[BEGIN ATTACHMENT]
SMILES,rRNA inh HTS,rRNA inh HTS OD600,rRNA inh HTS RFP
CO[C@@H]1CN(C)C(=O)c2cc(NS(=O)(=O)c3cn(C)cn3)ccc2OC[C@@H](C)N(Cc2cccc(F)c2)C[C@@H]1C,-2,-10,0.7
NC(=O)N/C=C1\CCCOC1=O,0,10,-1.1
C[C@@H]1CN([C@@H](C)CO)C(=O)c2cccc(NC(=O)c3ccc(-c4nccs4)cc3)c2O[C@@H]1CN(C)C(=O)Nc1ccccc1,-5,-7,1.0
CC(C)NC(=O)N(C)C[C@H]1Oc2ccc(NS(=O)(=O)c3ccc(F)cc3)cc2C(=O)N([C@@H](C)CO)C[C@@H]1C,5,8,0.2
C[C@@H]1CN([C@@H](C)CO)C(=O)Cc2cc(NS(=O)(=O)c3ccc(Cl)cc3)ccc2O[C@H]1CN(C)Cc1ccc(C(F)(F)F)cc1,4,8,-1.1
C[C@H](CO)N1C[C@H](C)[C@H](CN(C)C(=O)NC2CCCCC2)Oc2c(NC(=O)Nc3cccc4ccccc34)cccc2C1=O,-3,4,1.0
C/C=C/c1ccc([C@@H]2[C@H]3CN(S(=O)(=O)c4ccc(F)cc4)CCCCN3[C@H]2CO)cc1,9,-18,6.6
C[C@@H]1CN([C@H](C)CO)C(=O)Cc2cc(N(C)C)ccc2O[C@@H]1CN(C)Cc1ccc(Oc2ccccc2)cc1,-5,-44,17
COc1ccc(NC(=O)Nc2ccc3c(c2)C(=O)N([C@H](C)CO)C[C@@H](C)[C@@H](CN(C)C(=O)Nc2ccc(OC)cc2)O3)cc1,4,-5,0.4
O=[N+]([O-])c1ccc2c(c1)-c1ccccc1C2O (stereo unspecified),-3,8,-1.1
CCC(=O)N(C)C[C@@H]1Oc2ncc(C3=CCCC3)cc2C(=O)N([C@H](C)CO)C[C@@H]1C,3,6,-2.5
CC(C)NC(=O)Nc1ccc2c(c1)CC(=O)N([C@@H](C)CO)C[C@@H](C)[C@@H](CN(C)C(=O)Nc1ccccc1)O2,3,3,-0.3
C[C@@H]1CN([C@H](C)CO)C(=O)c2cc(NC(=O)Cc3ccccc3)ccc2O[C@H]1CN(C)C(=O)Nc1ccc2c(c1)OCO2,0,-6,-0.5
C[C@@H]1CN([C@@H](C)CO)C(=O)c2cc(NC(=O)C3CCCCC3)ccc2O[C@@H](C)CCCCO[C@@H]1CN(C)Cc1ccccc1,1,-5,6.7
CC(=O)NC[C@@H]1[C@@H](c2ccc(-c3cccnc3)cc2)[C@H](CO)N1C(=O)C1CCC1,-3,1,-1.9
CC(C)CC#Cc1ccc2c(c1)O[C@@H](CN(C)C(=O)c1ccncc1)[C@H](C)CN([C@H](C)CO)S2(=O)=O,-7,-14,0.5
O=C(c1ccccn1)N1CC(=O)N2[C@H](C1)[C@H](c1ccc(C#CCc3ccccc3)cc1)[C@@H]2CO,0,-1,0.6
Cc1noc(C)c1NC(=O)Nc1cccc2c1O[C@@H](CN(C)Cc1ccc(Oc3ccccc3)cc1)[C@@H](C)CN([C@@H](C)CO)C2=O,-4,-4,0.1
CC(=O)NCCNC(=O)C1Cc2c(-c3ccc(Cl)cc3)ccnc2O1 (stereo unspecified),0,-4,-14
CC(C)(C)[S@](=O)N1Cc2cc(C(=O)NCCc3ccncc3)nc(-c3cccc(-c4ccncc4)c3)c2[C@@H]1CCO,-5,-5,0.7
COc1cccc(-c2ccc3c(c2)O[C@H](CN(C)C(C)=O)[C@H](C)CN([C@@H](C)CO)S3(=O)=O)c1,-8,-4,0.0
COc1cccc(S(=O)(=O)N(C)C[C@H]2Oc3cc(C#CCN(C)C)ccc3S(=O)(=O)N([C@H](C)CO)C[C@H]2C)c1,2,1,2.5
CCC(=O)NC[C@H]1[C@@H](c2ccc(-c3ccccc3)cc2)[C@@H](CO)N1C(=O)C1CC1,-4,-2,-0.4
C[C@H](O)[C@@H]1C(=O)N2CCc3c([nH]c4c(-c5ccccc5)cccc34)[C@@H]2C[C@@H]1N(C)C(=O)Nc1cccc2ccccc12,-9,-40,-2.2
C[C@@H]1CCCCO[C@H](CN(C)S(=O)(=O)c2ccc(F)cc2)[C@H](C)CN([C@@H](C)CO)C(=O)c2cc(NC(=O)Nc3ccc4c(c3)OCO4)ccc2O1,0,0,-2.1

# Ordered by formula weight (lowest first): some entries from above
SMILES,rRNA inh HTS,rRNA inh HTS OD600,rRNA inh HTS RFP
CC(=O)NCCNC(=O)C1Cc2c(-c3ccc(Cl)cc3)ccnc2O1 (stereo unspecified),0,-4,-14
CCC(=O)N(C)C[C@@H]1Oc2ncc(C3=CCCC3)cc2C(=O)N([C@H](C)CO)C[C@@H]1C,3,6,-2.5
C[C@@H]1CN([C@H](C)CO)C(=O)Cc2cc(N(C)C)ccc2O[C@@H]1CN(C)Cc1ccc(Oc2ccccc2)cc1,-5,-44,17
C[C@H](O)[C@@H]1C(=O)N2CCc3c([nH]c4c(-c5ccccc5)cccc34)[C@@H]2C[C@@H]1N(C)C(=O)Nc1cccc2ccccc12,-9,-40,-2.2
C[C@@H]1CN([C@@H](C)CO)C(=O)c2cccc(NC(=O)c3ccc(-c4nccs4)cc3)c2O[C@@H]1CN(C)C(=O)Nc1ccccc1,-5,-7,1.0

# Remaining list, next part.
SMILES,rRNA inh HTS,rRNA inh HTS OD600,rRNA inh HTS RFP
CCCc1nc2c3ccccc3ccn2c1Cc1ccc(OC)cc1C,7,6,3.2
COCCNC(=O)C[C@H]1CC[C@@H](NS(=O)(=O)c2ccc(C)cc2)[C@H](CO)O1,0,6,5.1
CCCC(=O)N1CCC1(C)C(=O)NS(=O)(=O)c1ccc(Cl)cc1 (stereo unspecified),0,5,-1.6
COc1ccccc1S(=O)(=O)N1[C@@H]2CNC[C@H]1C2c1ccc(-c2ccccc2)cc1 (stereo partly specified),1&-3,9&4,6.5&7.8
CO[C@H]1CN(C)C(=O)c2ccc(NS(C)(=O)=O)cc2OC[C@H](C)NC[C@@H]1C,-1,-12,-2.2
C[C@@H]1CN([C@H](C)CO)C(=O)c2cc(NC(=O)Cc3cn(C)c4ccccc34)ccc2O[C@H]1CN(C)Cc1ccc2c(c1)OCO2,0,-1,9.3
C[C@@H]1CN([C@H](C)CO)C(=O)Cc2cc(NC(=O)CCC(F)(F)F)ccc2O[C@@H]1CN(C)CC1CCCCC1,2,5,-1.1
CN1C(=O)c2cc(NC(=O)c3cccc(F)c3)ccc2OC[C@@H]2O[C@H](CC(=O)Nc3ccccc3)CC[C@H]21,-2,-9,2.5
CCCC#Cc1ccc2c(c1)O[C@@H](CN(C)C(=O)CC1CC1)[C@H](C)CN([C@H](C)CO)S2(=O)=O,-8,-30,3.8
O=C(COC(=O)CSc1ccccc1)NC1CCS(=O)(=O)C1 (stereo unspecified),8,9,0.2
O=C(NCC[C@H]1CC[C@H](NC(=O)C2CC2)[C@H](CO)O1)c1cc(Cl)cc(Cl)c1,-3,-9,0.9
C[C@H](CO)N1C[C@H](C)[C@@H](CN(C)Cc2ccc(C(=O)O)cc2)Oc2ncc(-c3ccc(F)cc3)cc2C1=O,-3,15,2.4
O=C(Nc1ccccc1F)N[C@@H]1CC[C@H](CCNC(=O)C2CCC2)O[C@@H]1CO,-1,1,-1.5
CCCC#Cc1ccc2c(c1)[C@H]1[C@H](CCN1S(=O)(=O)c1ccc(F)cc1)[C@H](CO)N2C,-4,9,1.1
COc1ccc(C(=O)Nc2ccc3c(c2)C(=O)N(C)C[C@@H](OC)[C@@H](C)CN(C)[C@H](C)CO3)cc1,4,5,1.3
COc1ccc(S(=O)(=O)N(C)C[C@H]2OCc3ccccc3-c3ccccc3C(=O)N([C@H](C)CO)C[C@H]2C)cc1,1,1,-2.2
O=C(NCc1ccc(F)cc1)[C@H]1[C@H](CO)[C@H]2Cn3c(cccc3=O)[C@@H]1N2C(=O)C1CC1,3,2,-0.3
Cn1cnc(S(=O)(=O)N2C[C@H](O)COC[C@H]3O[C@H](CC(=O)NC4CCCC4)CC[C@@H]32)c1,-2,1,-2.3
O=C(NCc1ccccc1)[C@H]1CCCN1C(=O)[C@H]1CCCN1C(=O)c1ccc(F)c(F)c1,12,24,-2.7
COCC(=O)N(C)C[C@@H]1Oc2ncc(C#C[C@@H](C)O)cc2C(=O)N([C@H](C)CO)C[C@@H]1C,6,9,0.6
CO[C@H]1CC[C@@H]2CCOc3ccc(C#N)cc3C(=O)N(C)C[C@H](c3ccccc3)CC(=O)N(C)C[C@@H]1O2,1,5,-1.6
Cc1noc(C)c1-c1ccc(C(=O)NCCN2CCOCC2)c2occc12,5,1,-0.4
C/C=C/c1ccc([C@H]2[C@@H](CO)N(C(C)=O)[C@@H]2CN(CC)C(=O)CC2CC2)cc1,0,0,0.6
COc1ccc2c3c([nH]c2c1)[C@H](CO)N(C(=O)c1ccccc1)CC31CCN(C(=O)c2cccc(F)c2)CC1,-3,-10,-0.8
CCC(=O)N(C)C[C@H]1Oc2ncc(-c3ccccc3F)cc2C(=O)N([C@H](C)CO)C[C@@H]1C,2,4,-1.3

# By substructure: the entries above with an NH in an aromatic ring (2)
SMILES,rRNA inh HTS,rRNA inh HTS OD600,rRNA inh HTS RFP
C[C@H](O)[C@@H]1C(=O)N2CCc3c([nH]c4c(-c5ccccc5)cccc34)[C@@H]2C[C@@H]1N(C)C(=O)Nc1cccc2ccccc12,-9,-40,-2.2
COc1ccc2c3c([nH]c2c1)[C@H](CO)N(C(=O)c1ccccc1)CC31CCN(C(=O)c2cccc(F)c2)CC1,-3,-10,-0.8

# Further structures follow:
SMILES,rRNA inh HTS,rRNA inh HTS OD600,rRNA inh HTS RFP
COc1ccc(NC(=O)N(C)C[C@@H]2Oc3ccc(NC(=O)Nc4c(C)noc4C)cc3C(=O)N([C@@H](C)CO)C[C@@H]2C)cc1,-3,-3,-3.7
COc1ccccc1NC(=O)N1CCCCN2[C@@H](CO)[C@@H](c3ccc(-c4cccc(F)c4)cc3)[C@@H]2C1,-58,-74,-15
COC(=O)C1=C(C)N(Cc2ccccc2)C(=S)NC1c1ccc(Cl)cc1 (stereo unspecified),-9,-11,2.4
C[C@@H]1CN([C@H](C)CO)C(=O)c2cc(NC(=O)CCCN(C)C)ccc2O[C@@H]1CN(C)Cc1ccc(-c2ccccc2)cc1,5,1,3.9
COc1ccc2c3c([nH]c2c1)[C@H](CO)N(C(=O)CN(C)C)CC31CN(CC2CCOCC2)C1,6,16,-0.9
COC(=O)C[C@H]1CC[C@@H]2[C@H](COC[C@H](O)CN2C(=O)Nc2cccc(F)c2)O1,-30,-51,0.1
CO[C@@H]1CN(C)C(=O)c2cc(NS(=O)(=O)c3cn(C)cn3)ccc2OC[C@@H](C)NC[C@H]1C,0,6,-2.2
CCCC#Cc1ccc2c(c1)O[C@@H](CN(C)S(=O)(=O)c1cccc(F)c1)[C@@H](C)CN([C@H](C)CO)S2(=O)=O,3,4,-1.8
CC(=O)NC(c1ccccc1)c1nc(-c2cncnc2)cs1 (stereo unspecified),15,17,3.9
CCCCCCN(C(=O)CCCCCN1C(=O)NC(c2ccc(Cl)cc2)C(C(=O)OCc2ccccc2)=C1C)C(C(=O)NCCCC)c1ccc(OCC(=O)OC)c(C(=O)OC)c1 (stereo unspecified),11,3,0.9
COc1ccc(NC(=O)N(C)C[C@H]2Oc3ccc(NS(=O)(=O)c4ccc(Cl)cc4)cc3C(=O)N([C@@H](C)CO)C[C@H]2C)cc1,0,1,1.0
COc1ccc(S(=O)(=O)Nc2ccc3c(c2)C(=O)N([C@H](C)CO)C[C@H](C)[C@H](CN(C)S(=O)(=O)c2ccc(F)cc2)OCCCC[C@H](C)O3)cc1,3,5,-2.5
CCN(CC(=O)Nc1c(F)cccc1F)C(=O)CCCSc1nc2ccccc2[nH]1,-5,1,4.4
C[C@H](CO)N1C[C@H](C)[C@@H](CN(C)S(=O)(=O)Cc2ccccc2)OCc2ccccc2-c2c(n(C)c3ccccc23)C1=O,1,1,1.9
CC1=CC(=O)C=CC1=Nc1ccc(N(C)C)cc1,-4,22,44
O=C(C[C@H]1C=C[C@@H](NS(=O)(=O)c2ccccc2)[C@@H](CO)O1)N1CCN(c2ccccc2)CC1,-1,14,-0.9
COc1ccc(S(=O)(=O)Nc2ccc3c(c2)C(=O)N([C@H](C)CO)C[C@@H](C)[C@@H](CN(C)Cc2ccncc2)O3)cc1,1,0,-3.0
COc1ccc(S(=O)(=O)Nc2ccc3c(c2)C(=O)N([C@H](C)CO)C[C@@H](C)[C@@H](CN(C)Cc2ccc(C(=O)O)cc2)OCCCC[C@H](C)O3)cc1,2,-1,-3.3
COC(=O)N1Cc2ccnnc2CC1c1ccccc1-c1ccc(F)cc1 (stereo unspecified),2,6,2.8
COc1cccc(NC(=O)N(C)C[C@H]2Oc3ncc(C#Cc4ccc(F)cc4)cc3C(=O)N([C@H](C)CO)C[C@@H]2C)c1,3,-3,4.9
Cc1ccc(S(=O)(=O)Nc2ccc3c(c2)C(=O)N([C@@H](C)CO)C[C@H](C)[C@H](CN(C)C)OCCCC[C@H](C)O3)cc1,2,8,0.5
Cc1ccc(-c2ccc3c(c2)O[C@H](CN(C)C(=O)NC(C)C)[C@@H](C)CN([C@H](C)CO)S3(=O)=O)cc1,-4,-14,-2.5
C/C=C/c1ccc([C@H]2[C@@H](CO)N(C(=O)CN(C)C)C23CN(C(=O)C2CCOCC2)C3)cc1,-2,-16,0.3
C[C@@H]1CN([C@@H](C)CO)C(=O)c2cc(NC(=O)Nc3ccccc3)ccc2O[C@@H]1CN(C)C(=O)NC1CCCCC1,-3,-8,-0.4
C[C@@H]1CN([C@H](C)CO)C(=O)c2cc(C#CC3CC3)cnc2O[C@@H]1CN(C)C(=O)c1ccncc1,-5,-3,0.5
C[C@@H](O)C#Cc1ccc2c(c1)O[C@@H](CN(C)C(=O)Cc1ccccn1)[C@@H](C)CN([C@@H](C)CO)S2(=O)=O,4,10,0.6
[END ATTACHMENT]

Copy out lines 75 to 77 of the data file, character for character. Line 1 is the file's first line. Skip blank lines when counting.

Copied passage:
CC(=O)NC(c1ccccc1)c1nc(-c2cncnc2)cs1 (stereo unspecified),15,17,3.9
CCCCCCN(C(=O)CCCCCN1C(=O)NC(c2ccc(Cl)cc2)C(C(=O)OCc2ccccc2)=C1C)C(C(=O)NCCCC)c1ccc(OCC(=O)OC)c(C(=O)OC)c1 (stereo unspecified),11,3,0.9
COc1ccc(NC(=O)N(C)C[C@H]2Oc3ccc(NS(=O)(=O)c4ccc(Cl)cc4)cc3C(=O)N([C@@H](C)CO)C[C@H]2C)cc1,0,1,1.0